We did it every year, although normally we stayed in a hotel we could ill afford about 8 hours from our house. It ate up our vacation money and exhausted us, but we still did it. The worst time was the twelve hour bumpy ride a week after I had a c-section with our last baby.
This time we were invited to stay with J, S and their 4 year old daughter about 3 hours west of us. It was a much shorter drive, and since we didn’t have the money for a hotel, it seemed like the perfect answer. J and S were very generous people. Or perhaps they just wanted a grownup version of a slumber party, and a hurricane evacuation is a likely excuse. But to invite a family with four children is very generous.
So here we were. The girls – all three of them – sharing the spare bedroom, two of them on the full size bed, one on an air mattress on the floor. My husband, the baby and I in the hot, spare office. It was two days before Katrina hit.
Why did we leave so early? It’s a known fact in New Orleans, if you don’t evacuate early, you don’t evacuate. Even though we did not live in New Orleans proper, once the city starts to empty out, the interstates would be closed to us and we would be forced to use back roads and small highways. So we left early, thinking we would get a weekend away from home and a chance to become closer friends with some good people.
That weekend we were fairly carefree. We went to a child’s birthday party Saturday night at another friend’s house. His wife had recently discovered fan-fiction and spent the entire evening discussing two characters from the canceled tv show Star Trek Enterprise and what she wrote in her versions of the story. I actually liked talking to her about it, or at least listening.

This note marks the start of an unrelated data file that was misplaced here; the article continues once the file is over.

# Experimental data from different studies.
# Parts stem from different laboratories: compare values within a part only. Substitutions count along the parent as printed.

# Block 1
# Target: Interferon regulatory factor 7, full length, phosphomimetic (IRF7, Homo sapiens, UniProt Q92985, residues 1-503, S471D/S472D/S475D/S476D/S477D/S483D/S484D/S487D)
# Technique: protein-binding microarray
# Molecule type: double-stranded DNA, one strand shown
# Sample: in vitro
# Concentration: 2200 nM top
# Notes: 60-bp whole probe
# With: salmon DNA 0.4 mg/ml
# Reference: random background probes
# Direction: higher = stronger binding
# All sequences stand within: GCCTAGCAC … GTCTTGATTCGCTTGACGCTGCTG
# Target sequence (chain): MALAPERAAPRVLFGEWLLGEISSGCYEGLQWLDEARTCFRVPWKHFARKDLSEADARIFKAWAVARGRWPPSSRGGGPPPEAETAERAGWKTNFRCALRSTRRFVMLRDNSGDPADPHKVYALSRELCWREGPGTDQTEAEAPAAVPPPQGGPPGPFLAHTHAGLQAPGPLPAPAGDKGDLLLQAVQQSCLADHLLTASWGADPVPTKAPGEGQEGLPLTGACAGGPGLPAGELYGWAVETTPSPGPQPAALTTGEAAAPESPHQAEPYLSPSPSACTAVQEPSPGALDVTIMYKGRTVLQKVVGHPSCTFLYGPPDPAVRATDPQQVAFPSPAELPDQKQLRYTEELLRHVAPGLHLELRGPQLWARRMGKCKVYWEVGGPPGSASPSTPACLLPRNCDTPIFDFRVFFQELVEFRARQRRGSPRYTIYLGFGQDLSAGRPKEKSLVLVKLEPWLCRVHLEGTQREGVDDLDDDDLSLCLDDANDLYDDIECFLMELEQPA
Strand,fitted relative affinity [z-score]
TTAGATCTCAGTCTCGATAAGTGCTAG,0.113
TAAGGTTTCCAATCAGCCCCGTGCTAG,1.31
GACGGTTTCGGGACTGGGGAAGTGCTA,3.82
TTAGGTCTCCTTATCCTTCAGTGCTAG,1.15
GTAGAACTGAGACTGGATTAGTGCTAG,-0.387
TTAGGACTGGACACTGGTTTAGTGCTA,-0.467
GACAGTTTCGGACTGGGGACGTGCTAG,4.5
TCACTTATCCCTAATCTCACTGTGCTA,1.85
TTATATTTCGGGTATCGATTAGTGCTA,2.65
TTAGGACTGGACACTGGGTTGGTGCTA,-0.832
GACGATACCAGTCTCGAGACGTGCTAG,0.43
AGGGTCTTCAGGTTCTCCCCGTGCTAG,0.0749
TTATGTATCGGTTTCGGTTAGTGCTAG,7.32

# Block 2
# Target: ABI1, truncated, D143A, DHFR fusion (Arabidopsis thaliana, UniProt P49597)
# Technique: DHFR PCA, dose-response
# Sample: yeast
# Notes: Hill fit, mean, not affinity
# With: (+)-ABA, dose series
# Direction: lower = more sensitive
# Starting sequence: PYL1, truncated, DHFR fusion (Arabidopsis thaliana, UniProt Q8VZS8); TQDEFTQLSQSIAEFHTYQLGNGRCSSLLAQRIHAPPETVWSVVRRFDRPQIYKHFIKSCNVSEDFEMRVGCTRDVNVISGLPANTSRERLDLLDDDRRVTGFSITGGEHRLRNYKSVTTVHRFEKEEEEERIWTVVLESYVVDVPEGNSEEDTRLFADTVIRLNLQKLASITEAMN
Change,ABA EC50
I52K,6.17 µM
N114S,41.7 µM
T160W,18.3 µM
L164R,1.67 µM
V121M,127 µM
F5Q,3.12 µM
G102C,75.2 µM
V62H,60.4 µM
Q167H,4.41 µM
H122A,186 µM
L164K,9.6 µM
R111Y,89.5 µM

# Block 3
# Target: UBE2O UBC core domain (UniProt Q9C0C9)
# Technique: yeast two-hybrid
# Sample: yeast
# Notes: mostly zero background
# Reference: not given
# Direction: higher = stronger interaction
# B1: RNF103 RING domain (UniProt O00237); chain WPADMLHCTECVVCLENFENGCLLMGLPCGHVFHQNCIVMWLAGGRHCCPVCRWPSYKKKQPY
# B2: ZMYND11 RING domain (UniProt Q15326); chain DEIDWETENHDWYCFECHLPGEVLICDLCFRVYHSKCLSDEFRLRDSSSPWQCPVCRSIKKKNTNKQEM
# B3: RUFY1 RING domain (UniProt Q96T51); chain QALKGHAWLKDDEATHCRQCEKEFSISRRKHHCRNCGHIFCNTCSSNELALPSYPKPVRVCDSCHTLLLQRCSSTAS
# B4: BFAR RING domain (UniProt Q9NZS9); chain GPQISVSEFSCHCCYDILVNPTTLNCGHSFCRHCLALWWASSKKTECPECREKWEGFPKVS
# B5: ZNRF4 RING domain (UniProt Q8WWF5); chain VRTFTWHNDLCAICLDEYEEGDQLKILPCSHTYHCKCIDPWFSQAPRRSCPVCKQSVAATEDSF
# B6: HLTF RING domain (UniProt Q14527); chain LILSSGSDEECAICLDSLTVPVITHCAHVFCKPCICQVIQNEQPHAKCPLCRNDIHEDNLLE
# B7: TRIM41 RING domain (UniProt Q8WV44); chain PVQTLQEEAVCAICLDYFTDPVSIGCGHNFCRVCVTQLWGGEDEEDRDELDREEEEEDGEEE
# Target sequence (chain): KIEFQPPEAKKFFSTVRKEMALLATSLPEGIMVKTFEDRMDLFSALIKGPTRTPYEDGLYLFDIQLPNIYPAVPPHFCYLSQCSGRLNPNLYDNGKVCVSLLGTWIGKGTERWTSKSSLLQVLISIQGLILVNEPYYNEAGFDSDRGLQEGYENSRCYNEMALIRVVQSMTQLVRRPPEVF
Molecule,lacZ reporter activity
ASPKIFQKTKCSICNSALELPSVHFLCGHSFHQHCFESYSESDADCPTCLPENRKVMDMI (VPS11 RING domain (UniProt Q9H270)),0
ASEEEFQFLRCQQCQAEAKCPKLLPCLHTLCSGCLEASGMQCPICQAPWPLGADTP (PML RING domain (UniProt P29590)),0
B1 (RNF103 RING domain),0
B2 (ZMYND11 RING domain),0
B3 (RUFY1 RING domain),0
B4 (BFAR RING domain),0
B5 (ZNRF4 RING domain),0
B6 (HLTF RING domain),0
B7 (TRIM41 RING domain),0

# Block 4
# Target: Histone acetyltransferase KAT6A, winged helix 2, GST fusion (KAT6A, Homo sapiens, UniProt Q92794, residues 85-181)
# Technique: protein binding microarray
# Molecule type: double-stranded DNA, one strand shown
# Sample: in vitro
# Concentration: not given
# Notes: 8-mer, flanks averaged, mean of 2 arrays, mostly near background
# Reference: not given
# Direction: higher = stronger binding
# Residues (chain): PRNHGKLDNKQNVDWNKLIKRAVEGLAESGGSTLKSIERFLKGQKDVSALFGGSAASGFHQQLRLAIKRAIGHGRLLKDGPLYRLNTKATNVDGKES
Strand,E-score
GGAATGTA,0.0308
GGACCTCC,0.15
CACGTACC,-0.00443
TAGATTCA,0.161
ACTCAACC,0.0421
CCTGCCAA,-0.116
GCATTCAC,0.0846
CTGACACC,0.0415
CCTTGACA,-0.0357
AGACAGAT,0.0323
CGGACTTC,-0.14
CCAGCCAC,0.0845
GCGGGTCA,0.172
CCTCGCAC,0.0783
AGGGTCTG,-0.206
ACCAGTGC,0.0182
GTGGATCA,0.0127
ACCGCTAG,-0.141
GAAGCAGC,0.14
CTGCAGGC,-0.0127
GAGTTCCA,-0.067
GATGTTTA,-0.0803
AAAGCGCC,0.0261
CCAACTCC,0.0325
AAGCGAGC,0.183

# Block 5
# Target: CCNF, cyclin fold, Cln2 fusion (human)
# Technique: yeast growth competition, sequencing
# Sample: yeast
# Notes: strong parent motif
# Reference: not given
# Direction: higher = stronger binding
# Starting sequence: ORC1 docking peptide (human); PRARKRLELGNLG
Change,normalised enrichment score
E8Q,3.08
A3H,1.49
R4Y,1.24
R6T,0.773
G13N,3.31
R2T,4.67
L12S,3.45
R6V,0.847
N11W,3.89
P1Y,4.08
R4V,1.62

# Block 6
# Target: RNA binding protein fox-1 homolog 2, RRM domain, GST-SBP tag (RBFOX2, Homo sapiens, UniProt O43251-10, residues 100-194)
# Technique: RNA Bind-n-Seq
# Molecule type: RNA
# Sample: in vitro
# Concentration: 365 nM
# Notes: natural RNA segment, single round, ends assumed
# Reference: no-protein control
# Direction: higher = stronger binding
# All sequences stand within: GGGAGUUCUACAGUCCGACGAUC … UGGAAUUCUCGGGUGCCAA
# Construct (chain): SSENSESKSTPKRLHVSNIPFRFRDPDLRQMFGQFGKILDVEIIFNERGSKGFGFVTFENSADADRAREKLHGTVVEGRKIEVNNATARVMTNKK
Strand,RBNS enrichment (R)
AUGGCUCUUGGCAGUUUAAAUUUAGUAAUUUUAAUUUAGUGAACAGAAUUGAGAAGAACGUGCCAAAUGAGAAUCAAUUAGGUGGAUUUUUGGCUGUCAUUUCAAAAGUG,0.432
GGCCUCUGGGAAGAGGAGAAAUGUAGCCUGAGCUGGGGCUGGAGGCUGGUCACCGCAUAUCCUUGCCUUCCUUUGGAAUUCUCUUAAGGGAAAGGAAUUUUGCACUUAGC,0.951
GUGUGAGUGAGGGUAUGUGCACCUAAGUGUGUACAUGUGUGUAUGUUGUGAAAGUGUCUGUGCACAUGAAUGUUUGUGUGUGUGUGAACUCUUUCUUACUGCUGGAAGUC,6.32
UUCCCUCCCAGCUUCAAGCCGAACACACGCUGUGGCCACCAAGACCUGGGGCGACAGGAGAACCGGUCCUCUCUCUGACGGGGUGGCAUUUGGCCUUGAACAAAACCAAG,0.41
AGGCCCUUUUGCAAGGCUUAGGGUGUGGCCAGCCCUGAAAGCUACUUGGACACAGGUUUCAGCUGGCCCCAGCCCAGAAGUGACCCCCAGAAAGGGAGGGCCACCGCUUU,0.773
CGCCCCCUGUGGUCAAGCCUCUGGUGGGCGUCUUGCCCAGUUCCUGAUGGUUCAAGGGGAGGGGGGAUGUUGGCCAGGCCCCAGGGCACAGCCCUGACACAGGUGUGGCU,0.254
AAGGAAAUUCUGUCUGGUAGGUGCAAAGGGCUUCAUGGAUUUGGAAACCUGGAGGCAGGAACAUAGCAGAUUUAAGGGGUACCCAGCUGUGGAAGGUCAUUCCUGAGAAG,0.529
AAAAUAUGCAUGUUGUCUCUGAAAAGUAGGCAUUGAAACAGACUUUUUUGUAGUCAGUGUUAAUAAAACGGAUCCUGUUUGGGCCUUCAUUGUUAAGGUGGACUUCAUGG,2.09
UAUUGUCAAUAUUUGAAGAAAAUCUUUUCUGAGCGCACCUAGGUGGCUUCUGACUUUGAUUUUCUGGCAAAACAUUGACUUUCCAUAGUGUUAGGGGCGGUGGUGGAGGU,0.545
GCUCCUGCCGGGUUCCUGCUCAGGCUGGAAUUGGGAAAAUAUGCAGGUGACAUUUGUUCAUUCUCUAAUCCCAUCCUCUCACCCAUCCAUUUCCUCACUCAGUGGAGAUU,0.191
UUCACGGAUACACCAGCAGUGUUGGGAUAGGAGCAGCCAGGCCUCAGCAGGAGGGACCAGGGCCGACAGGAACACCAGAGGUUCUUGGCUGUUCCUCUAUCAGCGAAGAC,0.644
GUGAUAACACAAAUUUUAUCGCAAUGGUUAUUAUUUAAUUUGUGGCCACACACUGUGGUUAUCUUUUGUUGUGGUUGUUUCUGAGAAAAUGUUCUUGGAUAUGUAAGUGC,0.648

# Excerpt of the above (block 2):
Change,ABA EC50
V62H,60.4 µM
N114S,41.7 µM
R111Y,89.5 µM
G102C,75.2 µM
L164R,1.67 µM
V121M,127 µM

We were joined Sunday morning by another evacuee, a writer (D), who works as a legal assistant. We put her in J’s and S’s little girl’s room. Our girls were offered the choice to stay in that room, but since we would only be there a couple of days, and we thought it would be funny to put the 50 year old woman in the pink room with all of the stuffed animals. Had we known we would have been there so much longer, we would have let the girls stay in there. At least then, E (J's and S’s daughter), would have been able to play with her toys with our girls.
Sunday afternoon everyone else went to rapier practice. I had offered to cook pizza for everyone, thinking that everyone would include us evacuees and the family we were with. In his enthusiasm for getting the chance to try my pizza, J invited another family (whose bread machine we had to borrow) and another family, who I think really just invited themselves. J is not really all that bad. The guilt for having 6 extra people caused him to helped me cook, which was nice. Most people just offer and never actually help.
We all spent the night chatting about nothing. I mostly listened to D (the writer) give advice to our friend’s wife about writing.
If this were a book and we were the main characters, I would write that we all chatted about nothing to avoid thinking about that the hurricane. But I believe that none of us thought it would be a big deal. It would give a little rain, a little wind, then we would all go back home, clear out the limb or two in our yards and life would go on as before. The damage, if any, would occur to a few houses and those places lying directly on the coast where it hit. No big deal.
The day Katrina hit and several days after are all still fuzzy. I don’t remember what we did. I don’t remember feeding the kids, taking a shower, going to bed or even eating. I‘m sure I did those things, but now my mind blended all of those days together with just random images where the presence or absence of children marked day from night.
What do I remember? My husband, D and I sitting in front of the large TV, not talking, which was odd for both my husband and D. The image of the large hurricane sitting on top of our home town for what seemed like hours. The relief when the hurricane finally moved. A flurry of helicopter images from TV stations checking their towers. Wracking our minds to place each film shot geographically, shouting out names of streets so that we all knew what we were seeing. The film shots changing nearly as soon as we placed one.